As powerful as Microsoft Dynamics 365 is on its own, the real star of the show is the thousands of integrations that can further streamline and automate financial operations. From gathering financial data to custom payment portals and unique fee structures, the right payment integration can transform your financial management software into a powerhouse for business growth.
A repetitive, manual task should be automated — end of story. The margin of human error is high, with over 118 mistakes per person per year on average, and the total cost of data error in 2016 hit $3.1 trillion in damages. Manual processes are also an easy entryway for fraud. Whether it's a local company with a small finance department or a multinational conglomerate with global financial operations, it's difficult to scale when the cost of invoice processing is high and the resources to do so are higher.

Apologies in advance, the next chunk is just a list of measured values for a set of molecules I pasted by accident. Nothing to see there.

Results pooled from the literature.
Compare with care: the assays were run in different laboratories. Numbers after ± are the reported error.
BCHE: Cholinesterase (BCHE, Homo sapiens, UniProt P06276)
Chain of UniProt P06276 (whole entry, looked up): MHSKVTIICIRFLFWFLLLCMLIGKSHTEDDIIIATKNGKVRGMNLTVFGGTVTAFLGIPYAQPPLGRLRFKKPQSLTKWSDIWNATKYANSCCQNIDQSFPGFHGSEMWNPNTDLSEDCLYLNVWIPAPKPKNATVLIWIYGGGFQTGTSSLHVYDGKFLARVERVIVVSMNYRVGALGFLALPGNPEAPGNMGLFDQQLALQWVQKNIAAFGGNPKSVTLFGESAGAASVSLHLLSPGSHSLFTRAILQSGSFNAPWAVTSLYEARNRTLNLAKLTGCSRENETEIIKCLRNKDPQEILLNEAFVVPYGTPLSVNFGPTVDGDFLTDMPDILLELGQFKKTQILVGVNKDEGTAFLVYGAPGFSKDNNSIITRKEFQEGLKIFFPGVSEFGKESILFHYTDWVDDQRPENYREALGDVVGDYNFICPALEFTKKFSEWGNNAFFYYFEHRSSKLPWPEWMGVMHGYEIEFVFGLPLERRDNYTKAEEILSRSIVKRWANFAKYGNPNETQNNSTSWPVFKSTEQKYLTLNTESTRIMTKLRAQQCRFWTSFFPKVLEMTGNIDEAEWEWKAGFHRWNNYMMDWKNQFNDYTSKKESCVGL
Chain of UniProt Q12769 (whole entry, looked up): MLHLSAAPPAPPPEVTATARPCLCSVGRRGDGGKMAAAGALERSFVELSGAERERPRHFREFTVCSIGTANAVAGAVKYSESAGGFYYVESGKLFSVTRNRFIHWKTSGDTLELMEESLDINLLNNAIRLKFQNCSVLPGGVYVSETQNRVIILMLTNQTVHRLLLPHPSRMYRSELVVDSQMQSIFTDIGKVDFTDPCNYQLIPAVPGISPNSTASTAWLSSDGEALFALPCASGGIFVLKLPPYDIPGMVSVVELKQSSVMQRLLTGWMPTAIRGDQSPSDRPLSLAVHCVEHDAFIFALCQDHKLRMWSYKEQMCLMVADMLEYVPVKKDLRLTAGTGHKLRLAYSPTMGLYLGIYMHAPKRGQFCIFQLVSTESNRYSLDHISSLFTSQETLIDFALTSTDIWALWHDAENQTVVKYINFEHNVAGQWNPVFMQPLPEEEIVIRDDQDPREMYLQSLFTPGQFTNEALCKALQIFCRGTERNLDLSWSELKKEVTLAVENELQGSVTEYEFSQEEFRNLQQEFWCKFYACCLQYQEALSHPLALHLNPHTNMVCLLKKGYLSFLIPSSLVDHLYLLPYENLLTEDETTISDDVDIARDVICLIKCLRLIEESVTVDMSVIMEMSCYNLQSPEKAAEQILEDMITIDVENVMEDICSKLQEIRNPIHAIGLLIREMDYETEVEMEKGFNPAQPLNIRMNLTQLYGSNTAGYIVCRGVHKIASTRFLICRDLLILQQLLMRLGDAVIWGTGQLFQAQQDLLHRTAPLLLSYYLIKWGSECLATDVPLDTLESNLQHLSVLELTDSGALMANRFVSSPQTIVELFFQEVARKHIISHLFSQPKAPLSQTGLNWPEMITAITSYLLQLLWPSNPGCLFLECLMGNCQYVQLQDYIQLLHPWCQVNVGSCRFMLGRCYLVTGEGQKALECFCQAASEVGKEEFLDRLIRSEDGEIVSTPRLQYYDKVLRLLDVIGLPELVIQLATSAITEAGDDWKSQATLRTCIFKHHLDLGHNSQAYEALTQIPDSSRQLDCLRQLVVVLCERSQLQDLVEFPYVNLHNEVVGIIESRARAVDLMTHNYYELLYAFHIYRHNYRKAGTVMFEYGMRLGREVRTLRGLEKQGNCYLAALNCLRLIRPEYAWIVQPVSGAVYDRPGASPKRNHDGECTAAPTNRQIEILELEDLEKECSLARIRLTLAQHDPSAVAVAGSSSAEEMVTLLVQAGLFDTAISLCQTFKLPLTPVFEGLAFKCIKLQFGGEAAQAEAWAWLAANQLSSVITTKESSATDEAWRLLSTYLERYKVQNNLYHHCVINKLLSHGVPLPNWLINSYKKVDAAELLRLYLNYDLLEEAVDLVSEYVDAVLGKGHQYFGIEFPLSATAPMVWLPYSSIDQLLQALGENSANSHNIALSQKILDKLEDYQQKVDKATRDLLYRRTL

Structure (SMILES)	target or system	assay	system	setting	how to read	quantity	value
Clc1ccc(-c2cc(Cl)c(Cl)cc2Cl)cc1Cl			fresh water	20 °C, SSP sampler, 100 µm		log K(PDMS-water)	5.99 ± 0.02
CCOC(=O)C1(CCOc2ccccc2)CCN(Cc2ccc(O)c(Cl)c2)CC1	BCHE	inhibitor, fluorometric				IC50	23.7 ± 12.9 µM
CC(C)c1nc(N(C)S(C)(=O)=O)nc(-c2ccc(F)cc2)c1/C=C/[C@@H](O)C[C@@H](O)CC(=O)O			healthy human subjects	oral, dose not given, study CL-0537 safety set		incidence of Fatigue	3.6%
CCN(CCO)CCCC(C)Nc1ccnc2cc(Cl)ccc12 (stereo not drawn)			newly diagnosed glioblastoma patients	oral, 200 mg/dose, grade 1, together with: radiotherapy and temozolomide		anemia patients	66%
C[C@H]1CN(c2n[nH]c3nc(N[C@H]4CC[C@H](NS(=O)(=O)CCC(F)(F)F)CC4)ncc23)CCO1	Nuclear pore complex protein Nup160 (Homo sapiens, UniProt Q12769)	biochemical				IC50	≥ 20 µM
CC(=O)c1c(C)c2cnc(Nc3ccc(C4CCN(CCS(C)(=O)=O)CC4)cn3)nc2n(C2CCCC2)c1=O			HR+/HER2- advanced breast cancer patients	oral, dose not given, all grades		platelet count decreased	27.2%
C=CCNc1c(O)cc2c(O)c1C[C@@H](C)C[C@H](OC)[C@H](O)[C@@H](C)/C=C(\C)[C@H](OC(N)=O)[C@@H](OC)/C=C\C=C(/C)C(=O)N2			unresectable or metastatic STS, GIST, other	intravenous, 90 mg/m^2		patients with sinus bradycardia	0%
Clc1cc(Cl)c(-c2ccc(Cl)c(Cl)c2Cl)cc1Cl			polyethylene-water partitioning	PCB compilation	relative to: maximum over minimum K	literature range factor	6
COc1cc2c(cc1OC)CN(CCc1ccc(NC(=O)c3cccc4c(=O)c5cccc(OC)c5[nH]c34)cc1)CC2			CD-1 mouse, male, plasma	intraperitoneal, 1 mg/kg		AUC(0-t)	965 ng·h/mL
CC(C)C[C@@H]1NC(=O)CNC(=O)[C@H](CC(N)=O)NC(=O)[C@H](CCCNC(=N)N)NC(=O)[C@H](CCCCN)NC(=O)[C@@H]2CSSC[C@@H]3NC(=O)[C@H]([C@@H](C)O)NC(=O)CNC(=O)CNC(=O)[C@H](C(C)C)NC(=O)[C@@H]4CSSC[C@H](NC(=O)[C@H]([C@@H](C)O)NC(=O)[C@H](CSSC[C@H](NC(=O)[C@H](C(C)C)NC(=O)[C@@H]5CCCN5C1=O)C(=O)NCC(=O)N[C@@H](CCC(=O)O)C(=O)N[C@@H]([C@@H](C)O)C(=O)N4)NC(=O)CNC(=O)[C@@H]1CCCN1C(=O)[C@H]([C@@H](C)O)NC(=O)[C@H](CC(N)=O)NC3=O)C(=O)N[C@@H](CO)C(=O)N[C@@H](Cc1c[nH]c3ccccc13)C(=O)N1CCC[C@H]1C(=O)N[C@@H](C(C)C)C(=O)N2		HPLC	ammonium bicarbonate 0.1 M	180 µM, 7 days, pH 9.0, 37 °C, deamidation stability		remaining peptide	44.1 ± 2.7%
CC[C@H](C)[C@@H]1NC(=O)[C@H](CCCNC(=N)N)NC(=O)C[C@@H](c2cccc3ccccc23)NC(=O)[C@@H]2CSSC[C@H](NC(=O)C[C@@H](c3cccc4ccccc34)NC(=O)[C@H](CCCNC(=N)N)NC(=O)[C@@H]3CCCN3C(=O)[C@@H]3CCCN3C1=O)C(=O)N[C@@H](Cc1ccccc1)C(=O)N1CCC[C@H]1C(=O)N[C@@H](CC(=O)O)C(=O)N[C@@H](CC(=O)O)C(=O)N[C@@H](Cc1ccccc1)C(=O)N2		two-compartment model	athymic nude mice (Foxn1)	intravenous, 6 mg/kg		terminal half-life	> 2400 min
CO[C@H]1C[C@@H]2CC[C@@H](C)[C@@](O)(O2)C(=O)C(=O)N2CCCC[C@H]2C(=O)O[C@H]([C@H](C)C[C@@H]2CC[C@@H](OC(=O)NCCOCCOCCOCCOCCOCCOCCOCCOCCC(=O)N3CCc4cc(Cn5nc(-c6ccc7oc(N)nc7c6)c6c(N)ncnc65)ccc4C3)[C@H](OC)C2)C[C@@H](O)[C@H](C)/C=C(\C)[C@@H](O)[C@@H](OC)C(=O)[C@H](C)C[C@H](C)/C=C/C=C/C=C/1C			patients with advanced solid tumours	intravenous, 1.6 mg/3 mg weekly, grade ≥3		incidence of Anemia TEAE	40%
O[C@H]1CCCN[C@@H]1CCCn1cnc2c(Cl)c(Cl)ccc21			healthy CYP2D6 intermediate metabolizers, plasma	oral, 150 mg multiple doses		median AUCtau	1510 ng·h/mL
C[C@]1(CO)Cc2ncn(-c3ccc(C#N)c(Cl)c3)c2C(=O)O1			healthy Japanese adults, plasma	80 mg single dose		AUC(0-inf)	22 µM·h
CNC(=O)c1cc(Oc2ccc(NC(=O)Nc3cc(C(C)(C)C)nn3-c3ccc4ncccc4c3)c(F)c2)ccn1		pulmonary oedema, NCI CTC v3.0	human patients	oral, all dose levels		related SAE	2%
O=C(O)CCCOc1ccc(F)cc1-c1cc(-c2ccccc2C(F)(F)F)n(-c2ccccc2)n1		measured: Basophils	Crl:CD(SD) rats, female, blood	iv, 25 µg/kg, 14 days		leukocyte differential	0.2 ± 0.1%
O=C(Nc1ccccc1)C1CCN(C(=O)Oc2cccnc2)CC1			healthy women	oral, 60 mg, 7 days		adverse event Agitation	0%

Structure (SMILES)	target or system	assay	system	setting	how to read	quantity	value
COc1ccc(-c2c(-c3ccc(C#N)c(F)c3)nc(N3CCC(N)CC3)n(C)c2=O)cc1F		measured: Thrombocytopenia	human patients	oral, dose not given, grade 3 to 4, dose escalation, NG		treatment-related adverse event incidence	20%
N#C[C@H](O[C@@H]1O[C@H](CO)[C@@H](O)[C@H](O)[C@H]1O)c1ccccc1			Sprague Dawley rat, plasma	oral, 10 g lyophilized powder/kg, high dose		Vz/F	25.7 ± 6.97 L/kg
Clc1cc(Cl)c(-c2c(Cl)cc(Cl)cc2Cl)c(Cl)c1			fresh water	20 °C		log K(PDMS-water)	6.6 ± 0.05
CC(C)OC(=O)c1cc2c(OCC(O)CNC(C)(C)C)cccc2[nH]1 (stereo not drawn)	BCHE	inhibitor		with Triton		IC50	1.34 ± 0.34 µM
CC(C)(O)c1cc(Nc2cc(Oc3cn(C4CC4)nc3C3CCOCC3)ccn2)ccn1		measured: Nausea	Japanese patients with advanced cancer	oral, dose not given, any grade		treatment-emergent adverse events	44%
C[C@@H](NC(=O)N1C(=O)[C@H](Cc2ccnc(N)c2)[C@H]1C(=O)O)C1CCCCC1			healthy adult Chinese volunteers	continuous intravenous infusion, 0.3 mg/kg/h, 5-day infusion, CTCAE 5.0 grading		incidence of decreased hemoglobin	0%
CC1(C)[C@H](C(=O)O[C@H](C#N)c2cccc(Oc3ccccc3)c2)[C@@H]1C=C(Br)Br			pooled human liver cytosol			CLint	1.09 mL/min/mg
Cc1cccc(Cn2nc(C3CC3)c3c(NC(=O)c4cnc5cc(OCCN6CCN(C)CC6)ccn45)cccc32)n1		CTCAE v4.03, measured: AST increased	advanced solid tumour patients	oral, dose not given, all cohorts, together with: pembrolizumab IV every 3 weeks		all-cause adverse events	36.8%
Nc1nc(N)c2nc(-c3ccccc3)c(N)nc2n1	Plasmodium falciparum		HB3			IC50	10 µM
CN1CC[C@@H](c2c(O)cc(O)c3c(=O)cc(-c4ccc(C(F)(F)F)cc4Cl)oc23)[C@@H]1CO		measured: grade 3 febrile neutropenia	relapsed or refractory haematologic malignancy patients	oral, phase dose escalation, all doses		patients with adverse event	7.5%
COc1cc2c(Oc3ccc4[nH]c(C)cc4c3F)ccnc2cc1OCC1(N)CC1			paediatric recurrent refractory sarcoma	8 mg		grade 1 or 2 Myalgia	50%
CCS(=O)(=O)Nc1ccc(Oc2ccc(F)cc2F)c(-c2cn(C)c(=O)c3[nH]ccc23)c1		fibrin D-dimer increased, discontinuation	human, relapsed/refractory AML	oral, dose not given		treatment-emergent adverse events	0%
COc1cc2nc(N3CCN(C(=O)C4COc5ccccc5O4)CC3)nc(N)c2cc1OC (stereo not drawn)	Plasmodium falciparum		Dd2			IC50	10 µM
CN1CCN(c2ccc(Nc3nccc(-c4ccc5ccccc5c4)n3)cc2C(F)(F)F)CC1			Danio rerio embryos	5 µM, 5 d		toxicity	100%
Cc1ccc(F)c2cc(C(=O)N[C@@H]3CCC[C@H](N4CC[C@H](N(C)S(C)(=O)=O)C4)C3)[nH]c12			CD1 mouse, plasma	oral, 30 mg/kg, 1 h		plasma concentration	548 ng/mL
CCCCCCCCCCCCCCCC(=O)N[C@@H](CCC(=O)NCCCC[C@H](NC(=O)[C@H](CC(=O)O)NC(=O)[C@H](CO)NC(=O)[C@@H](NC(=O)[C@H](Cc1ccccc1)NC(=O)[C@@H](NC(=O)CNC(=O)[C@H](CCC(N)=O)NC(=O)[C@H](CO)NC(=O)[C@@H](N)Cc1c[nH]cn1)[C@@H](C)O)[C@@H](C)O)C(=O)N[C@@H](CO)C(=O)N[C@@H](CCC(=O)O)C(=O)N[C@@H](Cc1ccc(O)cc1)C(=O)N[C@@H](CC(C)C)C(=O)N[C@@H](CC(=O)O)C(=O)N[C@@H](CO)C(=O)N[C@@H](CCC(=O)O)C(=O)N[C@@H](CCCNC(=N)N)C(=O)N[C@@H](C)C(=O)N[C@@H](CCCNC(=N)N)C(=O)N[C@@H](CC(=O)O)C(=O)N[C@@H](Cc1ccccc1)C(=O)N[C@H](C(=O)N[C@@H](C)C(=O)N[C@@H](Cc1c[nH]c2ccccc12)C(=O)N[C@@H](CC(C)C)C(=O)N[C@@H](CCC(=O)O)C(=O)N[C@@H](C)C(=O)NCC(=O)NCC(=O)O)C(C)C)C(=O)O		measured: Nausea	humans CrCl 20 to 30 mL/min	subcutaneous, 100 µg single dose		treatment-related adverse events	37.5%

Automation significantly reduces both the cost and time required to manually process payments. In fact, 88% of companies that implement financial automation have experienced shorter DSO cycles. What it translates to for AR teams is a combination of electronic-only payments and automation integration. An automation integration solution for your financial management software should include:
- "Pay Now" functionality for lower DSO and a better customer experience
- Automated, verified receipts for transactions
- Tap into real-time analytics with rich financial data
There are two primary concerns when it comes to automation: Security and customer service. Any solution that saves customer payment data should have a secure way of storing that information to mitigate the risk of fraud or data leaks. Furthermore, the chosen automation software should be easy to use by both the finance team and your customers. If the workflow isn't streamlined, then those faster payments are less likely to materialize.